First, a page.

Azure fitted right in. Her great-grandmother on Opa’s side would have been rejoicing, if she had seen Azure taking part in all the games, especially the card games. She would have learned French just to play the game I played with Azure in the gazebo not far from the beach. The game required quite a bit of memory skills, which Azure had and I didn’t have enough of. The eager tone in her voice is still occasionally stirring in my mind and brings up precious memories of summer, “T’as grandpère?” When I answered, “Oui”, she would take the card with glee and added it to her ever-increasing collection of completed sets. Needless to say, she won all the games against Opa.
The grown-ups often played the highly competitive bocce game. Of course, Azure wanted to be part of it. However, lacking the ability to handle the heavy steel balls, she was only allowed to throw the little wooden jack for the players. She soon realized that she wasn’t really participating, and she got quickly bored. So I came to the rescue and offered to play with her a real bocce game with much lighter plastic balls. Soon her disappointment about being left out was forgotten, and we two had as much fun as the players higher up on the playing field. Merci, Azure, pour avoir parlé français avec moi!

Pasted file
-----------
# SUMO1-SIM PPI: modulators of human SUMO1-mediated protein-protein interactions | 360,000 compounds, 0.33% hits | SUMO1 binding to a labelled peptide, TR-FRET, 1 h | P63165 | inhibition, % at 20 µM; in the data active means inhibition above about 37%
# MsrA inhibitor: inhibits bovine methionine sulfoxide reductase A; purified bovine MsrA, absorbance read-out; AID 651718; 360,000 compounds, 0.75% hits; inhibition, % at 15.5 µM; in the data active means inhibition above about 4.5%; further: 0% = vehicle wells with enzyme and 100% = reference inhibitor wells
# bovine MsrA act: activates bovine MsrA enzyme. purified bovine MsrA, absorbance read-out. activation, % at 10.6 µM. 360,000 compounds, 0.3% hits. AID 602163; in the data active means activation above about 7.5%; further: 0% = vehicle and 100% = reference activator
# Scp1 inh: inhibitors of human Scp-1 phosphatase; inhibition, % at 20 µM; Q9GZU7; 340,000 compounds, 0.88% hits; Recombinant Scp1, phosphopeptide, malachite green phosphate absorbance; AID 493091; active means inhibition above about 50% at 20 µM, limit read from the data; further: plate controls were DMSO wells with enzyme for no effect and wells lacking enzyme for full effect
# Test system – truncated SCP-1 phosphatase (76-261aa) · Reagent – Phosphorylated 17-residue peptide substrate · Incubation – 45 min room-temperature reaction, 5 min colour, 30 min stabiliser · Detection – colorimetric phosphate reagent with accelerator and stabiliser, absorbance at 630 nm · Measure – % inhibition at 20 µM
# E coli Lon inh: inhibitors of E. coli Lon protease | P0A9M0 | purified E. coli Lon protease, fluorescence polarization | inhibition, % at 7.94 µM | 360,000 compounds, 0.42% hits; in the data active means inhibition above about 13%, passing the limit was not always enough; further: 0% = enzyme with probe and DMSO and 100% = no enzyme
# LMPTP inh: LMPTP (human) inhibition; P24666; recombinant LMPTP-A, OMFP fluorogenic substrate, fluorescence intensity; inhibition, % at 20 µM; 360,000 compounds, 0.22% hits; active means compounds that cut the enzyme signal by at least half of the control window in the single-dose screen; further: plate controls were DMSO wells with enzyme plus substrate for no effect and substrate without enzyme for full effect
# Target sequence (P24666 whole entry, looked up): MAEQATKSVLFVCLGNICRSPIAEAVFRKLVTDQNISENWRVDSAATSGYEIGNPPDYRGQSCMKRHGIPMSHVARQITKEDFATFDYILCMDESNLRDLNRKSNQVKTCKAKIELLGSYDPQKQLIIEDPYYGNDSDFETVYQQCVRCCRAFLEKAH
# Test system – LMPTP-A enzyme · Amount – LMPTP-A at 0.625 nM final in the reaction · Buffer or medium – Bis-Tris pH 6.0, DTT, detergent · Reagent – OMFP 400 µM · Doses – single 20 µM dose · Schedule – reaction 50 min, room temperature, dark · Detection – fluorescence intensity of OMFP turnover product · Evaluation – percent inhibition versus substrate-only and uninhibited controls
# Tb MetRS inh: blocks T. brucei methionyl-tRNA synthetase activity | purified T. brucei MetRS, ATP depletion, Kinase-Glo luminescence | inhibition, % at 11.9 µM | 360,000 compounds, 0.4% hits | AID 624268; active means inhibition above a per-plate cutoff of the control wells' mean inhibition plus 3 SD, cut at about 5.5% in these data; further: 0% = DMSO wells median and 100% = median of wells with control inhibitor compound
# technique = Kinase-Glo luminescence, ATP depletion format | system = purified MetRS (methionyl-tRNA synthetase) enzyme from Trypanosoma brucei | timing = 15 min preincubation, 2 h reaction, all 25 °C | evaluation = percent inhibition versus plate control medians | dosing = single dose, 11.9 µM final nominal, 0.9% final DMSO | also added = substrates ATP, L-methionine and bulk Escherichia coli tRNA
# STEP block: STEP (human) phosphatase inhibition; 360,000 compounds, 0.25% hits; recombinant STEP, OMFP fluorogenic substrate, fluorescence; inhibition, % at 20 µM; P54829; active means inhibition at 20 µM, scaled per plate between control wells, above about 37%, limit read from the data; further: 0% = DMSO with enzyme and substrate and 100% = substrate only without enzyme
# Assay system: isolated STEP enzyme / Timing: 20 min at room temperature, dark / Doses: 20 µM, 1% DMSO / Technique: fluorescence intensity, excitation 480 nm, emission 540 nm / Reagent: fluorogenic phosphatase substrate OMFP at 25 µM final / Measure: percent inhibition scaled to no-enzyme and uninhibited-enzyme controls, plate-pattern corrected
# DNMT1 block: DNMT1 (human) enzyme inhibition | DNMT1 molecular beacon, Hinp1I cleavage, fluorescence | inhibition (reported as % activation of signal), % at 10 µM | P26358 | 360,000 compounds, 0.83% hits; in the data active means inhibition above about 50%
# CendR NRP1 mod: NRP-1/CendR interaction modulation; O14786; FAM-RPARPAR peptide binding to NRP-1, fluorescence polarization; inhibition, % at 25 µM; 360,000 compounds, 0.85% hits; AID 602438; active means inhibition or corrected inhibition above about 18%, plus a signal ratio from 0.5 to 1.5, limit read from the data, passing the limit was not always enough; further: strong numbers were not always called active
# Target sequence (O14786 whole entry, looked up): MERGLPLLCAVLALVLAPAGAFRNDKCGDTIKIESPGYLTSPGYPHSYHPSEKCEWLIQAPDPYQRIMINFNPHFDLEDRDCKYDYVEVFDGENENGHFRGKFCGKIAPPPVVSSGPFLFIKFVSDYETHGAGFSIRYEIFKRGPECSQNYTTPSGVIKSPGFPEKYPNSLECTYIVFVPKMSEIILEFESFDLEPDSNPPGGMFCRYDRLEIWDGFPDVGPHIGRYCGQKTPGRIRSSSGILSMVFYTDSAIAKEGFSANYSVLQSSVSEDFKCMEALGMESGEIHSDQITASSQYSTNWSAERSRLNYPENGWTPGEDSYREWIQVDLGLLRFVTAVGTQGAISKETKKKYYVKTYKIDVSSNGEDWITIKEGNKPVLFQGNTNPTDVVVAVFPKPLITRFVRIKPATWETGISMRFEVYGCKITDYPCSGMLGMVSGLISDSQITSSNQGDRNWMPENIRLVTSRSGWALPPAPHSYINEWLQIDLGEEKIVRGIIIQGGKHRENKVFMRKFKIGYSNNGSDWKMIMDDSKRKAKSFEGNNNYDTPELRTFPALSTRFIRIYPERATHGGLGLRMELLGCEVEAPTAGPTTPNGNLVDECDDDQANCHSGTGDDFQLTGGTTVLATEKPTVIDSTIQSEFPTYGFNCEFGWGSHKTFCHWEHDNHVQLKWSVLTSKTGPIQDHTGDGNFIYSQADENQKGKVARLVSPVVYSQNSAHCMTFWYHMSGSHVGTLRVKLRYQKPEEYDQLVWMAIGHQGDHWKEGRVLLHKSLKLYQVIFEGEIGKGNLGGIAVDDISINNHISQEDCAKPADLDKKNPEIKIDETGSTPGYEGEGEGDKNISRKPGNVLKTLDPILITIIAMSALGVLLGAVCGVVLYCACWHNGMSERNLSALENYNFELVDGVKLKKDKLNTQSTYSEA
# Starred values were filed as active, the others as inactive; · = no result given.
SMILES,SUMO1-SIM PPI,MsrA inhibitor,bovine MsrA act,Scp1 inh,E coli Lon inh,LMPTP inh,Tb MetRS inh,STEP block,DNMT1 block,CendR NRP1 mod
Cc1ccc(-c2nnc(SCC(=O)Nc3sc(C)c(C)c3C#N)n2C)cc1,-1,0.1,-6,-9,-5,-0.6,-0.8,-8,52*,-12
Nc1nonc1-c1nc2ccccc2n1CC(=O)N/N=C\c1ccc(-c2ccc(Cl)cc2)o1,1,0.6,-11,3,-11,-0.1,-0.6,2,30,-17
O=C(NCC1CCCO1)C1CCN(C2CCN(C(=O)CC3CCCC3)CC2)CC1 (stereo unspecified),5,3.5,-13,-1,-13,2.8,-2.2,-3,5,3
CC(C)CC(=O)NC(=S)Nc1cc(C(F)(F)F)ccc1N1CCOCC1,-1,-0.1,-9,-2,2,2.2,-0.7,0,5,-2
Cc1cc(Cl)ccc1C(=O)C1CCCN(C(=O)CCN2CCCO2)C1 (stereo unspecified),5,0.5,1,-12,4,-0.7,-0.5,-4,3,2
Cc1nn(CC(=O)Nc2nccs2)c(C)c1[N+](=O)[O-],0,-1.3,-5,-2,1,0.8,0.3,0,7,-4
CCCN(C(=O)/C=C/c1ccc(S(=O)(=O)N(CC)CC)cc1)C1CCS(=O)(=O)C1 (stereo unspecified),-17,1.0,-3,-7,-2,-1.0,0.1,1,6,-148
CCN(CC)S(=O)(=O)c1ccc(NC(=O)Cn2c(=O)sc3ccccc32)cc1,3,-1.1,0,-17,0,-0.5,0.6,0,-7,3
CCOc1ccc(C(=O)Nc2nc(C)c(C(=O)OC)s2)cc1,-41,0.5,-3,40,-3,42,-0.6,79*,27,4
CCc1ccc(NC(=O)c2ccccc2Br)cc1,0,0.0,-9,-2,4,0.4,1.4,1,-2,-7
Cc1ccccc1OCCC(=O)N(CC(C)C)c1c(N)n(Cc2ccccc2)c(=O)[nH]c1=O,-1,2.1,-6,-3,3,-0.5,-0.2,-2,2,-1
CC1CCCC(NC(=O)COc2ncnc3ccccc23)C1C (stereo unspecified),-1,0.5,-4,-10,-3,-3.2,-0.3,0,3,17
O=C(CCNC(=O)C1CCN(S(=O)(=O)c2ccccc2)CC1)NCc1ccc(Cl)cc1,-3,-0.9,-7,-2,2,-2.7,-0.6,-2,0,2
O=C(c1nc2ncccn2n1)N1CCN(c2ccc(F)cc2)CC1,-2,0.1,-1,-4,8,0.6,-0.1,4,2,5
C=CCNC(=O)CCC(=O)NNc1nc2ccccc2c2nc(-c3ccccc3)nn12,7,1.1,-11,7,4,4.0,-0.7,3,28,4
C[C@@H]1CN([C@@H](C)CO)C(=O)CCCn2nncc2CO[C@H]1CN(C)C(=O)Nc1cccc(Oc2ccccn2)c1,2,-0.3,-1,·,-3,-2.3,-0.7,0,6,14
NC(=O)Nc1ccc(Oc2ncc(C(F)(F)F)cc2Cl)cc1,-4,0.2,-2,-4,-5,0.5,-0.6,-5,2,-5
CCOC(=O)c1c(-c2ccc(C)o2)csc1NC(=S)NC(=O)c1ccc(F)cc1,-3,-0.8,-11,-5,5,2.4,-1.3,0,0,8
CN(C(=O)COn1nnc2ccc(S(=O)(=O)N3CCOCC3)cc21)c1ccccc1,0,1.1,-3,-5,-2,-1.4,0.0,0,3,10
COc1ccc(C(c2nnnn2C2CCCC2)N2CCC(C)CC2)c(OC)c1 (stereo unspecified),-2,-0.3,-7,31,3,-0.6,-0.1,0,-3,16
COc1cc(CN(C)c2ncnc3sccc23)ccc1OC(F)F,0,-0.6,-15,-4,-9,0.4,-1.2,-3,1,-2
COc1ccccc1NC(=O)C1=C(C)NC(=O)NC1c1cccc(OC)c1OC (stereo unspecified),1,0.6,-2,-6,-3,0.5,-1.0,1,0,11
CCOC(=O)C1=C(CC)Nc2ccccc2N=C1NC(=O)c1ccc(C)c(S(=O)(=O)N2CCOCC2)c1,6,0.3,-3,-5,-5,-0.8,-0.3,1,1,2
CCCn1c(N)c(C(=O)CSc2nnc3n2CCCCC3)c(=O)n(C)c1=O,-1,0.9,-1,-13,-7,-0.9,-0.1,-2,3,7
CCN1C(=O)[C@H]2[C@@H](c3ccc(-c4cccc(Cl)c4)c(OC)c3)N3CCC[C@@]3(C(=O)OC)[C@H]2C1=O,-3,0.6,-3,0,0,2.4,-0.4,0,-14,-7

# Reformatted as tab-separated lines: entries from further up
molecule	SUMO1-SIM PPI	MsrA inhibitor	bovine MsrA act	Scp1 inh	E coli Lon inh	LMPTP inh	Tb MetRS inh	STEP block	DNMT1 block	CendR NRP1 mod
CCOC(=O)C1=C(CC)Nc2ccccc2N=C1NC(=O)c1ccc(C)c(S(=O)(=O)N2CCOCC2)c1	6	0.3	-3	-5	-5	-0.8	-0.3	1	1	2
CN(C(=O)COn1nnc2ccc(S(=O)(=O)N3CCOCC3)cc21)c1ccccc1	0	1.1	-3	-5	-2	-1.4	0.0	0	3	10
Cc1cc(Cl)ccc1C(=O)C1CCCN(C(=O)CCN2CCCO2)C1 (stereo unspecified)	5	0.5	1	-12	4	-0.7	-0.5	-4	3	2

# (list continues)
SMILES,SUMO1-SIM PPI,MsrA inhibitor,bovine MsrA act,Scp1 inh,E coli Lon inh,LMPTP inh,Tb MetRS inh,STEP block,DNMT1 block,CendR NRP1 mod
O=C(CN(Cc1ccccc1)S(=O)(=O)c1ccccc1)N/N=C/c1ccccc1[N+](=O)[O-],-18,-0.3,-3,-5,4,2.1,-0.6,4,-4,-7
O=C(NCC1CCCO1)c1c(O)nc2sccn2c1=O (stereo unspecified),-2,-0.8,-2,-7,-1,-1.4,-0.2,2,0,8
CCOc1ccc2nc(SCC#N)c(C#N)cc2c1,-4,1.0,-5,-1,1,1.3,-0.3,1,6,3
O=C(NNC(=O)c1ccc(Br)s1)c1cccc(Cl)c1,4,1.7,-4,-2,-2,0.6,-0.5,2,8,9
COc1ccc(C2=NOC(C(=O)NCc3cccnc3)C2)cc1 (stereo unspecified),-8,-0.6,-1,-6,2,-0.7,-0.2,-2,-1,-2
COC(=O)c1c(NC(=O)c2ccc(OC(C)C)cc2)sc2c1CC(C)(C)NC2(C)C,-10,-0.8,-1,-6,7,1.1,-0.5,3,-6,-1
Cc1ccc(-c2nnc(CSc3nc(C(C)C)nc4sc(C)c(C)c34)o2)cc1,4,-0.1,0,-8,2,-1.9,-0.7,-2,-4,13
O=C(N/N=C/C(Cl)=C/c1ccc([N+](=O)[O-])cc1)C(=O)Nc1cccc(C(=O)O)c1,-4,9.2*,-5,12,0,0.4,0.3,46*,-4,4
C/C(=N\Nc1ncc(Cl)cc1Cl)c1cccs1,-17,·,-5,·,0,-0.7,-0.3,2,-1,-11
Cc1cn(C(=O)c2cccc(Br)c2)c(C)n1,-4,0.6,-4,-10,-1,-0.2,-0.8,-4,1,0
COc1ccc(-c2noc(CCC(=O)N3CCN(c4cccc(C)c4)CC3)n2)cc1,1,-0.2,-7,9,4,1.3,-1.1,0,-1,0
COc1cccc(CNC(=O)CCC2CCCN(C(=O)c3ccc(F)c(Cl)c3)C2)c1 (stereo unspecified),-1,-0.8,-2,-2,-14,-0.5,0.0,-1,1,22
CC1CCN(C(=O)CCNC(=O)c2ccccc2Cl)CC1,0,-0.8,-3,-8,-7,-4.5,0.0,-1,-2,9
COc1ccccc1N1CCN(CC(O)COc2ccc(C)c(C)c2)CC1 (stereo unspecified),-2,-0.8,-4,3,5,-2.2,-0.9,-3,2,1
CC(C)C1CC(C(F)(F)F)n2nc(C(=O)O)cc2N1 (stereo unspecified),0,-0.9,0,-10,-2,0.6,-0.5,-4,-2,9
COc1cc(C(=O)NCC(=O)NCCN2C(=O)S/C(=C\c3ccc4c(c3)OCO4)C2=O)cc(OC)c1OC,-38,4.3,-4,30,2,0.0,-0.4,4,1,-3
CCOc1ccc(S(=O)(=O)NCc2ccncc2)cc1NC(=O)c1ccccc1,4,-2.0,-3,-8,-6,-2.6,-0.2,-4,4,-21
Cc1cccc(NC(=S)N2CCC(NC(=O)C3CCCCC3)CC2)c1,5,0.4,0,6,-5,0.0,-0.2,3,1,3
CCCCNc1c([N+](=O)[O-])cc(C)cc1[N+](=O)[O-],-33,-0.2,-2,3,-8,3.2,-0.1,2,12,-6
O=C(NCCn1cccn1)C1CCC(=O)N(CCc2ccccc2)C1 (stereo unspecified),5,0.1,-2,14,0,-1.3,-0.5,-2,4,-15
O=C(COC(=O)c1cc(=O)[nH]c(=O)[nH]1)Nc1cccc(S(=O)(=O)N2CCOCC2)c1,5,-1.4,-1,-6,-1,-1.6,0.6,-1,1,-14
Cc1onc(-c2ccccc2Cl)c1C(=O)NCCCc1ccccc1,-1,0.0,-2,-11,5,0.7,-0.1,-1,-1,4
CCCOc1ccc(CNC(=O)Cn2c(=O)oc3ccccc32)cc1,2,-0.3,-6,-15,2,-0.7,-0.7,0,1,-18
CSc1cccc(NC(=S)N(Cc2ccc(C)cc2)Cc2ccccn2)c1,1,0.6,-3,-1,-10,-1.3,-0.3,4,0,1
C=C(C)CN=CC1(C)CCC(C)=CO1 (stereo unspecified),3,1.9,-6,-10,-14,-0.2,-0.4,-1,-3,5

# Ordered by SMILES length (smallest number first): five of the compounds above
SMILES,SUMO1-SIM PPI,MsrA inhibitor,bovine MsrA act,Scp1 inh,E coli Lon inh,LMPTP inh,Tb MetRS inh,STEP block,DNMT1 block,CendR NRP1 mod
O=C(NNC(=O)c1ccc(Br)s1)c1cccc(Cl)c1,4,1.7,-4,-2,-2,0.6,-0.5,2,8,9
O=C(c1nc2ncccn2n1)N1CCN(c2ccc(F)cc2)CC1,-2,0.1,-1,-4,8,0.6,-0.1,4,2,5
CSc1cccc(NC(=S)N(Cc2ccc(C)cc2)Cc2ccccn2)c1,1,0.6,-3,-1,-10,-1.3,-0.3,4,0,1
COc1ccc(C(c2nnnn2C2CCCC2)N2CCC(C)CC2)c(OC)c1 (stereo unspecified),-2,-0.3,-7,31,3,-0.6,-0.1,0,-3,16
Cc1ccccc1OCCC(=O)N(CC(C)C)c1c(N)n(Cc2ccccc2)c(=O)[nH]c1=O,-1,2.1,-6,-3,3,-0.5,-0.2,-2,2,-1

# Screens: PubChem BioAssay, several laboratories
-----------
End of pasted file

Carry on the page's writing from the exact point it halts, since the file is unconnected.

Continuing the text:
What delight to have had you with us last August! You won our hearts with your wonderful smiles. Your bright eyes brought joy and happiness during our family reunion at Taite Creek Campsite. I remember when I observed you play with just few objects, while you were standing at the cooler. In your vivid imagination you turned the most common things like spoons, a tube of toothpaste, wooden sticks into drum sticks, which you used to create powerful rhythmic sound, while the rest of the family were down at the beach. Best of all, Opa admired your intelligence that you demonstrated to me and the whole family, when you quickly pointed to the little fox on your highchair, every time I asked, “Show me the fox!”
As time goes by, I hope to receive more stories and photos from Richard and Youki. This little story with a picture will go right away onto our family tree page. Azure will be on the next post.
The post on Lucie Kegler below may serve as an example of how we can go about submitting material for our family tree project. Please note that you can contribute stories, pictures, and documents on any person on the family tree as often as you like. To facilitate the placement into the various branches, please identify the item by providing first and last name, chart, and generation numeral. For example, the post on Aunt Lucie below uses the title: Lucie Kegler – Chart II a – II. Each family related post is then being transferred to its proper page, while its corresponding branch is being updated. To try out the example below, click the menu item ‘Our Family’ and then click on the Kegler Family to view the changes.
Please send your contributions by email. Also feel free to ask me any question you might still have.